Reporter: Mark Kelly l Videographer: Jemon Haskins
Lynchburg, VA - Public school choice is about to be a thing of the past in Virginia.
School choice is a hallmark of No Child Left Behind, but Virginia has now gotten a waiver from the federal government saying Virginia schools can do away with school choice once and for all. But Lynchburg is going to keep choice a bit longer - at least for one year.
The reason is timing. The call that school choice can get tossed in the trash came mid-summer - too late in the game and too close to the new school year for Lynchburg to scrap it.
Public school choice allows students to leave quote "failing schools" for better performing ones. Since it passed in 2001, the federal law's been controversial.
Stacey Felmlee is a Linkhorne parent, PTO president and public choice critic.
"Even though the law may have been designed to be helpful, offering school choice, I think has really exacerbated the disparities in socio-economic class," said Felmlee.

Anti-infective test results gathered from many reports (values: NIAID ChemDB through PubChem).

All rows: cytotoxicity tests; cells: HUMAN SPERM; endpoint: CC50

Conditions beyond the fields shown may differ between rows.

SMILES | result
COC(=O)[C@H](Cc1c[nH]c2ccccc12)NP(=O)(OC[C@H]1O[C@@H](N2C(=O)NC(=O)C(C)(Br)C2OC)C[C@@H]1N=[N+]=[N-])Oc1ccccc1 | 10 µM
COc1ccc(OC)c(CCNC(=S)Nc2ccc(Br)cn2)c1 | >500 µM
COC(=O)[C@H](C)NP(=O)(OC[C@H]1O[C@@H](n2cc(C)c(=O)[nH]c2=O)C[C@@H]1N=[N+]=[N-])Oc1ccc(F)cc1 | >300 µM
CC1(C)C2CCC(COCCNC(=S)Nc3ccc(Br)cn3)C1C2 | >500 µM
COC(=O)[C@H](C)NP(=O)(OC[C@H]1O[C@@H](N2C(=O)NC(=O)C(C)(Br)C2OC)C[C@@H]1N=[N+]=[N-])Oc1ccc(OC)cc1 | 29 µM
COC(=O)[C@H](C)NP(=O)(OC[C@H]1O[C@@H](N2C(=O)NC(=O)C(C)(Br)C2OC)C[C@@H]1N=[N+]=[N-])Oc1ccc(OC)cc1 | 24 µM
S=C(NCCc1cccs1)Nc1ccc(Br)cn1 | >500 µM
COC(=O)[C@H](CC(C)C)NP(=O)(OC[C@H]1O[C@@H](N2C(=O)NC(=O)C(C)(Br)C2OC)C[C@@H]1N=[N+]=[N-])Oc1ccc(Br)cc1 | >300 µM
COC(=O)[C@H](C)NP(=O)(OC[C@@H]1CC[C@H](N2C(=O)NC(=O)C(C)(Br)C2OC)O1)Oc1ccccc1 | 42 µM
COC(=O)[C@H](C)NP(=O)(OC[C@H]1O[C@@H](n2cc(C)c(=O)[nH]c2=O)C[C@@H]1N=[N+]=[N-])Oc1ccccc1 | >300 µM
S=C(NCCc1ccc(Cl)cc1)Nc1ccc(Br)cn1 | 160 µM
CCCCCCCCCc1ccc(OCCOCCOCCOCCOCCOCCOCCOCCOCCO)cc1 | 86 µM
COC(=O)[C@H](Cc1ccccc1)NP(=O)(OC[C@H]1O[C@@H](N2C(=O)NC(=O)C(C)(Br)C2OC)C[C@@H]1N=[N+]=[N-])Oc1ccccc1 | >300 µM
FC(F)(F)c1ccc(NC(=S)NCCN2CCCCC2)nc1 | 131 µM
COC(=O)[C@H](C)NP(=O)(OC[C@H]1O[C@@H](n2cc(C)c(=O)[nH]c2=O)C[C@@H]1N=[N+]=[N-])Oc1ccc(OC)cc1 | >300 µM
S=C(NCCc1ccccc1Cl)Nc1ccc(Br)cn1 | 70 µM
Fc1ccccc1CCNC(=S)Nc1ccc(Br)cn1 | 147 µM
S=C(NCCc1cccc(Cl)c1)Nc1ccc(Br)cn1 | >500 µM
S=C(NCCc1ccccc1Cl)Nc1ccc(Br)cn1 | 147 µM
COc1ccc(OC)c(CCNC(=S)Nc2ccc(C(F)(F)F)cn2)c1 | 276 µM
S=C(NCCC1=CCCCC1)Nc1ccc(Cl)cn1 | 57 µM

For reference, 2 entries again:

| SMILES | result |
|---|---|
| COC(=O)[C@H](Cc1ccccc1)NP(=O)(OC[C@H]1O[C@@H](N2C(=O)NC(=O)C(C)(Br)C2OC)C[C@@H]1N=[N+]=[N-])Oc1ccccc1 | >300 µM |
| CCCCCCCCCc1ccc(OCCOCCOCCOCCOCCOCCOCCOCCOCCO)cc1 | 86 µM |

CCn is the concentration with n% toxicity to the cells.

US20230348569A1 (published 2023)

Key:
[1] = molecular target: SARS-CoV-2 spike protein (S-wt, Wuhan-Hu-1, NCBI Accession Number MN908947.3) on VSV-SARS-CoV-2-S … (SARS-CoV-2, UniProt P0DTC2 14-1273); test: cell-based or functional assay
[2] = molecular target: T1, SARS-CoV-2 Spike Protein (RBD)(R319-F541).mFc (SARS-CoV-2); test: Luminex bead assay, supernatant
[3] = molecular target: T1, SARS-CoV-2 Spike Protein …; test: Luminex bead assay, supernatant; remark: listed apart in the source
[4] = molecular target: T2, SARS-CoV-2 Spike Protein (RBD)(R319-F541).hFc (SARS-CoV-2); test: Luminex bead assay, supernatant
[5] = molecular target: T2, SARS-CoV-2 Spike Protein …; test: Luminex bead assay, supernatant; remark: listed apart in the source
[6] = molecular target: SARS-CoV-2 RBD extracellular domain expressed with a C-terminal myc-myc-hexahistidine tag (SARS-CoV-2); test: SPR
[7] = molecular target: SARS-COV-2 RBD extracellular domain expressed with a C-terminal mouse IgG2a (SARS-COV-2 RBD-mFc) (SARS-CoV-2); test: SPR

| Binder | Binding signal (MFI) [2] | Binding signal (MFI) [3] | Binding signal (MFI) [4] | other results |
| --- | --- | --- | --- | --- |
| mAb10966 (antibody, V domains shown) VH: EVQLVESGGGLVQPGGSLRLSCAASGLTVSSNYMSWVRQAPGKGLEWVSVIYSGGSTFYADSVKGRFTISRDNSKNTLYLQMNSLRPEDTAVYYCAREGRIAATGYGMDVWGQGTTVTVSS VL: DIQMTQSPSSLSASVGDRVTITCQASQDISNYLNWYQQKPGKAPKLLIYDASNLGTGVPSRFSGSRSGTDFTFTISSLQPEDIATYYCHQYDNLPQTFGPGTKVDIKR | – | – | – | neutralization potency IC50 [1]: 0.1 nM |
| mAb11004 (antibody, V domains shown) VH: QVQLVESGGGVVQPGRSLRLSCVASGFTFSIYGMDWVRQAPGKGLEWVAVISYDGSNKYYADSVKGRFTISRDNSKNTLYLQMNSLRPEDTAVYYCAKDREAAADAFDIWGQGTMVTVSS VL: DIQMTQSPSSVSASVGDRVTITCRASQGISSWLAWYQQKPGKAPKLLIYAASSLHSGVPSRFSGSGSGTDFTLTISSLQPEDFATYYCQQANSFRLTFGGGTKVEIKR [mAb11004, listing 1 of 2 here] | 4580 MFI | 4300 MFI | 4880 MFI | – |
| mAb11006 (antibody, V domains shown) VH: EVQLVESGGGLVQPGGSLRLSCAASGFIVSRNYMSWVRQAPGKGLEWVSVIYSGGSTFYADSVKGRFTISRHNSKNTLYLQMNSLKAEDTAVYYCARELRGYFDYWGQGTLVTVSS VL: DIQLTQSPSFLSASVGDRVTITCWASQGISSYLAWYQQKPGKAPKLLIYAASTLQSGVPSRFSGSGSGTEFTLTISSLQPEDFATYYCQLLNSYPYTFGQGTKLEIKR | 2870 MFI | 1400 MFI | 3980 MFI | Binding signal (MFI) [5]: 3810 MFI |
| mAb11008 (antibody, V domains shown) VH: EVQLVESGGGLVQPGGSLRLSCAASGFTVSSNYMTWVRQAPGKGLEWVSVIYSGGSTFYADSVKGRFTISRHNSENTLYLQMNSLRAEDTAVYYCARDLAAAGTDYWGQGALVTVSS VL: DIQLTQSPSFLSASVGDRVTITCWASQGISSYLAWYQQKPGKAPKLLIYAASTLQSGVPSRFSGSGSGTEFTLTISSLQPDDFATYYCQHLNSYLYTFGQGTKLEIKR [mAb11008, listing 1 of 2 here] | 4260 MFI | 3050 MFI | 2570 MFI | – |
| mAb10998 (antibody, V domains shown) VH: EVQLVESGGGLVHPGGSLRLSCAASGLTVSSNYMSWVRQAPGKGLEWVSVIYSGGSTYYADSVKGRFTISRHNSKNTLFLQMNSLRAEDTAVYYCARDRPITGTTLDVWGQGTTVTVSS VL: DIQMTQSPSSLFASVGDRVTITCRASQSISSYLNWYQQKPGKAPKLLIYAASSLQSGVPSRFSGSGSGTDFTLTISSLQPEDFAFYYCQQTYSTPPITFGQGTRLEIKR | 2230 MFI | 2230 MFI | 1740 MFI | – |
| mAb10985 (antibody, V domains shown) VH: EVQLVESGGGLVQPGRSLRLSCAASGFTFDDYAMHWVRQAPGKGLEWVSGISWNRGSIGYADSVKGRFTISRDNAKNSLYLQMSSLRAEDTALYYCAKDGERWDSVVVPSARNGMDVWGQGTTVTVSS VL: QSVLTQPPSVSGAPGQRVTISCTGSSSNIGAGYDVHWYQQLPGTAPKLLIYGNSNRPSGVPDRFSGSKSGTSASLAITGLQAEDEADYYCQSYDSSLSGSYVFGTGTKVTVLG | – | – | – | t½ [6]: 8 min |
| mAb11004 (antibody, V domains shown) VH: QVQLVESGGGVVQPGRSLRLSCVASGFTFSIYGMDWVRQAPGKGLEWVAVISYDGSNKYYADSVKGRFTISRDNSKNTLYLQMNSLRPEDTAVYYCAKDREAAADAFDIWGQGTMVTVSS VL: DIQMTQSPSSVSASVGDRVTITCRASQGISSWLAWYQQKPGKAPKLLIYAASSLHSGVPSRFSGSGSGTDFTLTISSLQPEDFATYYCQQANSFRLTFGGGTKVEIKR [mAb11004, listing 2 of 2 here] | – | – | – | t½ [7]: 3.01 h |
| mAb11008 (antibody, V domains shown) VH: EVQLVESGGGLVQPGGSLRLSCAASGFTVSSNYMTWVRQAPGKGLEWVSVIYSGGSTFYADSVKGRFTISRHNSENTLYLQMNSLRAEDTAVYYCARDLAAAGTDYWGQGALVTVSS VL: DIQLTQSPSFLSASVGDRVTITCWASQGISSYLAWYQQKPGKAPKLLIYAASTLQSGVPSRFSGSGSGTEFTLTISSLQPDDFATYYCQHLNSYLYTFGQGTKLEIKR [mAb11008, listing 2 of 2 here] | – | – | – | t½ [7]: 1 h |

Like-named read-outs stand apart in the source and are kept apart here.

The waiver from the feds ends public school choice in Virginia schools. But it comes just weeks before the new school year. So the Lynchburg School Board voted to keep public school choice for at least this year.
"We felt we needed to make a decision for Lynchburg city families so we agreed several weeks ago to allow the kids to be grandfathered for one year and to provide transportation," said Dr. Scott Brabrand, superintendent of Lynchburg City Schools.
But for students not in school choice now, there is no grandfathering. Public school choice is no more. Felmlee's fine with that. She wasn't a fan of switching schools.
"We had the option to leave, but we stayed. I'm a Linkhorne advocate through and through," said Felmlee.
Critics say school choice pulls talented students out of schools. Lynchburg City Schools demands excellence for all students. And it's entering this school year with a new motto to reflect that high bar.
"Now, we are putting back a tradition of excellence, but adding for all - a tradition of excellence for all," said Brabrand.
One other reason Lynchburg's keeping school choice for this year is cost. A number of mobile units would have to be rented and set up. That, school administrators say, would cost more than the price to bus students under school choice.